Understanding copyright law can be very complicated, especially related to concepts such as parody and satire. Both parody and satire are forms of commentary, humor, or criticism.
However, they both have different legal implications under copyright laws. Parodies mimic or poke fun at a work or comment on the work itself. For example, if a comedian created a film that mocked the stylistic elements and themes of a well-known movie, it may be considered a parody.
One well-known musician who has made a career out of creating parody songs is Weird Al Yankovic. One of his more famous songs, “Eat It,” is a parody of a Michael Jackson song, “Beat It.”
Yankovic used the same tune as the song “Beat It” but changed the lyrics to discuss eating habits in a humorous way. His work directly commented and mocked the original song with a new and transformative meaning, which makes it a parody.
Satire, on the other hand, uses a work or comment to criticize something, for example, a trend or broader societal issue. For example, if a TV show borrowed characters from a famous novel to mock political ideologies, it would be considered satire.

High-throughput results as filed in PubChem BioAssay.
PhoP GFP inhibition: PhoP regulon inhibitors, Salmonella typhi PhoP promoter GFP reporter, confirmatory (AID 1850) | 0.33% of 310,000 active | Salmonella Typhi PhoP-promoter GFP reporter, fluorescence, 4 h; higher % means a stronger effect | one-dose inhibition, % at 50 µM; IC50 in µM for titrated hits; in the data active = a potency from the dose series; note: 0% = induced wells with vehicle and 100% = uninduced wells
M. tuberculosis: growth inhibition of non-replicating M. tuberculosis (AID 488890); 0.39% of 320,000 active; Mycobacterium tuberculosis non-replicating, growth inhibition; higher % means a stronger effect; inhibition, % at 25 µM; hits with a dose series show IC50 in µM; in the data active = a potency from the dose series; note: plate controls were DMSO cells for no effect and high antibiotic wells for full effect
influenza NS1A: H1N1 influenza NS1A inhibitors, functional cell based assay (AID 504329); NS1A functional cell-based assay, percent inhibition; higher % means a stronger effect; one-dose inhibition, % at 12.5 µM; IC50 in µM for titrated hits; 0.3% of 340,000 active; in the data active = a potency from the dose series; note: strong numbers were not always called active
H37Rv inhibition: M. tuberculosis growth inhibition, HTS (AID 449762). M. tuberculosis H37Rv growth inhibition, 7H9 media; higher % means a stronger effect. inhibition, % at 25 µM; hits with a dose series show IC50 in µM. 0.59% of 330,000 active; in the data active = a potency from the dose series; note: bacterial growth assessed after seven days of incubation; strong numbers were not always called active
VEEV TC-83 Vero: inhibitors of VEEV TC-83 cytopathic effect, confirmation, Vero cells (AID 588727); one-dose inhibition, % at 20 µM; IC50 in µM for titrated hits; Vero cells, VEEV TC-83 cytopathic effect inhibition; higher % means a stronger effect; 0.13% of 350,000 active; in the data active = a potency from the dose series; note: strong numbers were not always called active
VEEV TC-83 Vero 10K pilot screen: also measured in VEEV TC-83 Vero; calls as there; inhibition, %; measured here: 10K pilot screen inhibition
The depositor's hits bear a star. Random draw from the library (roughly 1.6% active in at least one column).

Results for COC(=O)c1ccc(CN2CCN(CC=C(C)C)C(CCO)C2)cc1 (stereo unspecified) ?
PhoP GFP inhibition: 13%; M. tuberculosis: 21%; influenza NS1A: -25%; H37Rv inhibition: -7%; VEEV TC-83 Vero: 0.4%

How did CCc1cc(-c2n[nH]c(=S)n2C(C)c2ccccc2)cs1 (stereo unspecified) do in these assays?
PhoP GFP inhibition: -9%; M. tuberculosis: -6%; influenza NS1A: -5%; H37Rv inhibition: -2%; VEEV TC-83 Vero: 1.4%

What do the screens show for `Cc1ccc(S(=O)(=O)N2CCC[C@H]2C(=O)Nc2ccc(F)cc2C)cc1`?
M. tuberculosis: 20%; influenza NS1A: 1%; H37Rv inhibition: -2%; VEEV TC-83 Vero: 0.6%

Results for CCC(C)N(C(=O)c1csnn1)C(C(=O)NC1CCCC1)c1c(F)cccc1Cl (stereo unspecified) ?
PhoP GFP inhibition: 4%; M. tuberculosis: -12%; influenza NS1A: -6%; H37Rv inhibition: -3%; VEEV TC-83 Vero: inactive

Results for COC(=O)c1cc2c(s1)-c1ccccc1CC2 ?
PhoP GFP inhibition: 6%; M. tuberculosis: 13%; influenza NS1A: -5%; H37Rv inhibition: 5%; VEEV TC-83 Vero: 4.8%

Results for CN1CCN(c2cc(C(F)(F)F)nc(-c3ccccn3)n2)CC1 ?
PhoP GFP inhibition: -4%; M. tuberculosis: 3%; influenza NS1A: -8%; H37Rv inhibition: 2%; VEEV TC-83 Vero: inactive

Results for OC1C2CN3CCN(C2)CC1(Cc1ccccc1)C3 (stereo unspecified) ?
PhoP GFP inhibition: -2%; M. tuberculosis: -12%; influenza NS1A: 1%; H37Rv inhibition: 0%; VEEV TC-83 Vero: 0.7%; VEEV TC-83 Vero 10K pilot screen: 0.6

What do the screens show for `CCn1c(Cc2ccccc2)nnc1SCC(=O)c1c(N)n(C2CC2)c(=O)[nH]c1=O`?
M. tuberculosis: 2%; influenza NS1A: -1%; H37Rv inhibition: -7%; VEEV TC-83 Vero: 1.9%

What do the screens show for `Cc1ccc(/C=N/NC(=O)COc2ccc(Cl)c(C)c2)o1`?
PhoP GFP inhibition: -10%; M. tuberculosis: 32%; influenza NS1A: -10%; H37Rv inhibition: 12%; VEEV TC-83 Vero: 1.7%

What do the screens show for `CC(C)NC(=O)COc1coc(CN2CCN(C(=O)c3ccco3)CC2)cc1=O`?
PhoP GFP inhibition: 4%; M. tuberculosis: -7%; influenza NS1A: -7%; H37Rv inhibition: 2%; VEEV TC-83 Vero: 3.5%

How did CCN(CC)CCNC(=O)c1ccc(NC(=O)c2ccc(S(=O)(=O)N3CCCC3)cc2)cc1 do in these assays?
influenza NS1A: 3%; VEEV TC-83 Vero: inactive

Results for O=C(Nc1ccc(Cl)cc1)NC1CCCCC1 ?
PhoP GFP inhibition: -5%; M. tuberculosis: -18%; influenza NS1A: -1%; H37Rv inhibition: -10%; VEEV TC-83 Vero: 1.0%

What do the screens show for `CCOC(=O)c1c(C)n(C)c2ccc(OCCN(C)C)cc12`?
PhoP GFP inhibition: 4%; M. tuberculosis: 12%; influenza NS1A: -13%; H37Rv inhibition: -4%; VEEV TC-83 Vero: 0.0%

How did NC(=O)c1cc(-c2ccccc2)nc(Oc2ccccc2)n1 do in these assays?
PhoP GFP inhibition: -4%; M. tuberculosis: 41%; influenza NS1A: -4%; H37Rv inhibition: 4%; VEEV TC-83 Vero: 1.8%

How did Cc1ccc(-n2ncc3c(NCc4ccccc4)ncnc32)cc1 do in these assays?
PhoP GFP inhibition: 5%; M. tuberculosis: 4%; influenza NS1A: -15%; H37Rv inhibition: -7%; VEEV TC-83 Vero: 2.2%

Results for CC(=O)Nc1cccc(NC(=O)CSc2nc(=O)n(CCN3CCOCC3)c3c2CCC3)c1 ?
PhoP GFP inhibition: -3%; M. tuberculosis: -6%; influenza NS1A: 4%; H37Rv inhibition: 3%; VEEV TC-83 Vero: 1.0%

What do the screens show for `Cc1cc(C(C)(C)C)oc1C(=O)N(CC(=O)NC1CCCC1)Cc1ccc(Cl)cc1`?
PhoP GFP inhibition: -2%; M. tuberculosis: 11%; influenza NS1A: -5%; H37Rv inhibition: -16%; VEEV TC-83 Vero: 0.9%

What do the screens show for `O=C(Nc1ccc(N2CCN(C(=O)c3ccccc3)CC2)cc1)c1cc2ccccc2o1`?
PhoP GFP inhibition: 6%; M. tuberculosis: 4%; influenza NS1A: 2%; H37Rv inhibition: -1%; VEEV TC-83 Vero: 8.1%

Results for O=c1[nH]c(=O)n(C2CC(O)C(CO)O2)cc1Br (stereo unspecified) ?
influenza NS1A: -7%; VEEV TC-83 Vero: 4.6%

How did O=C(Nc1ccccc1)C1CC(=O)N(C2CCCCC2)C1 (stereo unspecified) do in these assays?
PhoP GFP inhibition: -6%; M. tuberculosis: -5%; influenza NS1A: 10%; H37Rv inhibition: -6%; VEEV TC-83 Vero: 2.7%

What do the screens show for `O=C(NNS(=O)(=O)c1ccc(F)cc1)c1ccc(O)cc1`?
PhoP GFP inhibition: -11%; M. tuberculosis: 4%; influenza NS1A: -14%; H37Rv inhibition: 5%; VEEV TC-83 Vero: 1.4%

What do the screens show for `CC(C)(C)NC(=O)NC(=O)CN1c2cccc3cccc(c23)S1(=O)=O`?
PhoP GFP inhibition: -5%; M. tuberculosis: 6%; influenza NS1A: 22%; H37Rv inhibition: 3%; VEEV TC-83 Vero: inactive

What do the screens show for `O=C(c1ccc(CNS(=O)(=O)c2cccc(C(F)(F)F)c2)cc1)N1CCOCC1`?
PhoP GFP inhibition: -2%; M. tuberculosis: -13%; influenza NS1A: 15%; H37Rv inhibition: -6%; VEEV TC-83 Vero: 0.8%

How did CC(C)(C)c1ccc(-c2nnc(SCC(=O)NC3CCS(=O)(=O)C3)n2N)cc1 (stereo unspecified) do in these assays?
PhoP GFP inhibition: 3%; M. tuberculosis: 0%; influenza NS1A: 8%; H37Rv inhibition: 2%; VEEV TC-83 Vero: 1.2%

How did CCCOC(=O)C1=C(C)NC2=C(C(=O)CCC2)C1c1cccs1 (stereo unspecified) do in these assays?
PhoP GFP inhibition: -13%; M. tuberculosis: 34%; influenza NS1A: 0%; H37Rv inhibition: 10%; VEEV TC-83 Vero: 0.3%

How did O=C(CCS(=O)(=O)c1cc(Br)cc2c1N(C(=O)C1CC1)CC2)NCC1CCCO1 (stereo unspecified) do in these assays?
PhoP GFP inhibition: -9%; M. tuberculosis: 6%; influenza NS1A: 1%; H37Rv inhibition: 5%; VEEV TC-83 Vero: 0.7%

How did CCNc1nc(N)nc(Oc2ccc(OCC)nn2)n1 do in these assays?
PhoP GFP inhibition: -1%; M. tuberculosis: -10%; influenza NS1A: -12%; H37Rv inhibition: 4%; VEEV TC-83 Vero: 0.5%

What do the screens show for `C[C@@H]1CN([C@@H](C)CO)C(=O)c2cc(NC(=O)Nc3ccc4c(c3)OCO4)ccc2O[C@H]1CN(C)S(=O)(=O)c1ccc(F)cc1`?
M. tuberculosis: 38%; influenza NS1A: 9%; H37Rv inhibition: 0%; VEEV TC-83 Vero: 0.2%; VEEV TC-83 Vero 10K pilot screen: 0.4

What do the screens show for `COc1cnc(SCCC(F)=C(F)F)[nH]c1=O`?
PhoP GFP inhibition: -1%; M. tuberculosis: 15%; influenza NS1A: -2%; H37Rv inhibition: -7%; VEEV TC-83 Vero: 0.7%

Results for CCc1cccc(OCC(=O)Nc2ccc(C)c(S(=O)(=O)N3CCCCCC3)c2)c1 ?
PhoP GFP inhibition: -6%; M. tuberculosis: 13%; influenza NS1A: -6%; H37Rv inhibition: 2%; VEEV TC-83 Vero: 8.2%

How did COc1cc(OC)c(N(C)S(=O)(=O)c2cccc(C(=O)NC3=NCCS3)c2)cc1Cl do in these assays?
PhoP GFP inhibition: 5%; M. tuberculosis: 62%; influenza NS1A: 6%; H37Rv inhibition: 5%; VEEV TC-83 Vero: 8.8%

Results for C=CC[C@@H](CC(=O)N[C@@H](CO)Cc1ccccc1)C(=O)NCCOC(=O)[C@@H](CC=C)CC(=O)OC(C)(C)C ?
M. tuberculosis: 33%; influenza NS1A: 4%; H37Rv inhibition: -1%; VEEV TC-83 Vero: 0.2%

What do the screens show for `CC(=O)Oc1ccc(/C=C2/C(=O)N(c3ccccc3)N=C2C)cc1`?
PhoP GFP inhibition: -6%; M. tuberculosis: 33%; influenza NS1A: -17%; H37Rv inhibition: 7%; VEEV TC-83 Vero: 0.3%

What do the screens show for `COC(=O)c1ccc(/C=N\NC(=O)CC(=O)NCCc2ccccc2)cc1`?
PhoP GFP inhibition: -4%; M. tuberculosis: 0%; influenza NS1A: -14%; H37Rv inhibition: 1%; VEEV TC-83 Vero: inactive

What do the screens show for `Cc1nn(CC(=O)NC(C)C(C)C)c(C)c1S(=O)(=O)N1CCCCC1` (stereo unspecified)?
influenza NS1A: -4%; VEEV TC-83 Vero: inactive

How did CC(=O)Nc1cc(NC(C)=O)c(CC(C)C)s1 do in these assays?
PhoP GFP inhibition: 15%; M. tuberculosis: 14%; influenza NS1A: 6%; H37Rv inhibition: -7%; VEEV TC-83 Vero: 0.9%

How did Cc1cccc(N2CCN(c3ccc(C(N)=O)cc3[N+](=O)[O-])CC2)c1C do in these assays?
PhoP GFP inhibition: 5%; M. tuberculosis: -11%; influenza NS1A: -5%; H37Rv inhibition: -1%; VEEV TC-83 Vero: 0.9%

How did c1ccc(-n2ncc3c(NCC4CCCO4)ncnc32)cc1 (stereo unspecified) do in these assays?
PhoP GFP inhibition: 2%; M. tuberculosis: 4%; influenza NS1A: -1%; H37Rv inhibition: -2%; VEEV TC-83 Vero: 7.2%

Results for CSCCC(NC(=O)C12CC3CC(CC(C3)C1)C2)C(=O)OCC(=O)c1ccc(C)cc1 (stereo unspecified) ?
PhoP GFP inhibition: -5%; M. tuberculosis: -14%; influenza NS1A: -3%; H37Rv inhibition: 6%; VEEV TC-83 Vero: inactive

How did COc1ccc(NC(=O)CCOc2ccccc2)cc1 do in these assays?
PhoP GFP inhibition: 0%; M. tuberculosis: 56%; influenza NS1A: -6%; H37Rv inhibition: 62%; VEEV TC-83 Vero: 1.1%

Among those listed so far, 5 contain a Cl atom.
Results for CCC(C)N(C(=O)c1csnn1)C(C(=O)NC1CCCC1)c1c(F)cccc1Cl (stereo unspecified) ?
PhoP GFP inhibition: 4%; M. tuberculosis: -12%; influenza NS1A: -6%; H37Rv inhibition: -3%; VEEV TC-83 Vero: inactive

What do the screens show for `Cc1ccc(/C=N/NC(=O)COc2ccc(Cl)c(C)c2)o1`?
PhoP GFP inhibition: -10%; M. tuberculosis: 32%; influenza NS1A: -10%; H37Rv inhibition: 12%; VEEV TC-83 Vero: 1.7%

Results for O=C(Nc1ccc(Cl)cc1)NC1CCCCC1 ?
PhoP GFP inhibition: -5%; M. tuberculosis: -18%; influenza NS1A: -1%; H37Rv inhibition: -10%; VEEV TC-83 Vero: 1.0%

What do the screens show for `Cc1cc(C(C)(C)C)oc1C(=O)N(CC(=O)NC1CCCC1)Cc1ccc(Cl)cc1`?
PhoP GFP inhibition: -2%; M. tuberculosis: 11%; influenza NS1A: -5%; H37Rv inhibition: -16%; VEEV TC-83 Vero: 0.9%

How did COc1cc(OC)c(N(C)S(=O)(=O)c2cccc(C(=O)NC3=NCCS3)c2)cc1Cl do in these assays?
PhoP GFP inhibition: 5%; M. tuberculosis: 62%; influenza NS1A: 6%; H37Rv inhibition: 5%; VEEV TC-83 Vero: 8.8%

“The Daily Show,” which was previously hosted by Jon Stewart and is now hosted by Trevor Noah, is one well-known example of satire. This program uses clips from political speeches, news broadcasts, and other types of media to comment on and critique societal issues and current events. Instead of making fun of the clips themselves, the show provides commentary on broader topics, for example:
- Media bias;
- Political ideologies;
- Societal trends.
Fair use laws allow for the limited use of copyrighted materials, such as those in the examples above, without permission from the copyright owner. There are, however, legal nuances that dictate when and how this doctrine will apply.
How Does Fair Use Apply to Parody and Satire?
The fair use doctrine applies to parody and satire because it provides certain exceptions to the exclusive rights that copyright holders have over their works. It allows other parties to use copyrighted materials in certain circumstances, such as:
- News reporting;
The fair use doctrine will more likely protect a parody than a satire because a parody typically comments on the original work. The use of copyrighted materials in parodies often serves the underlying purposes of copyright law by promoting creative expression and advancing the arts.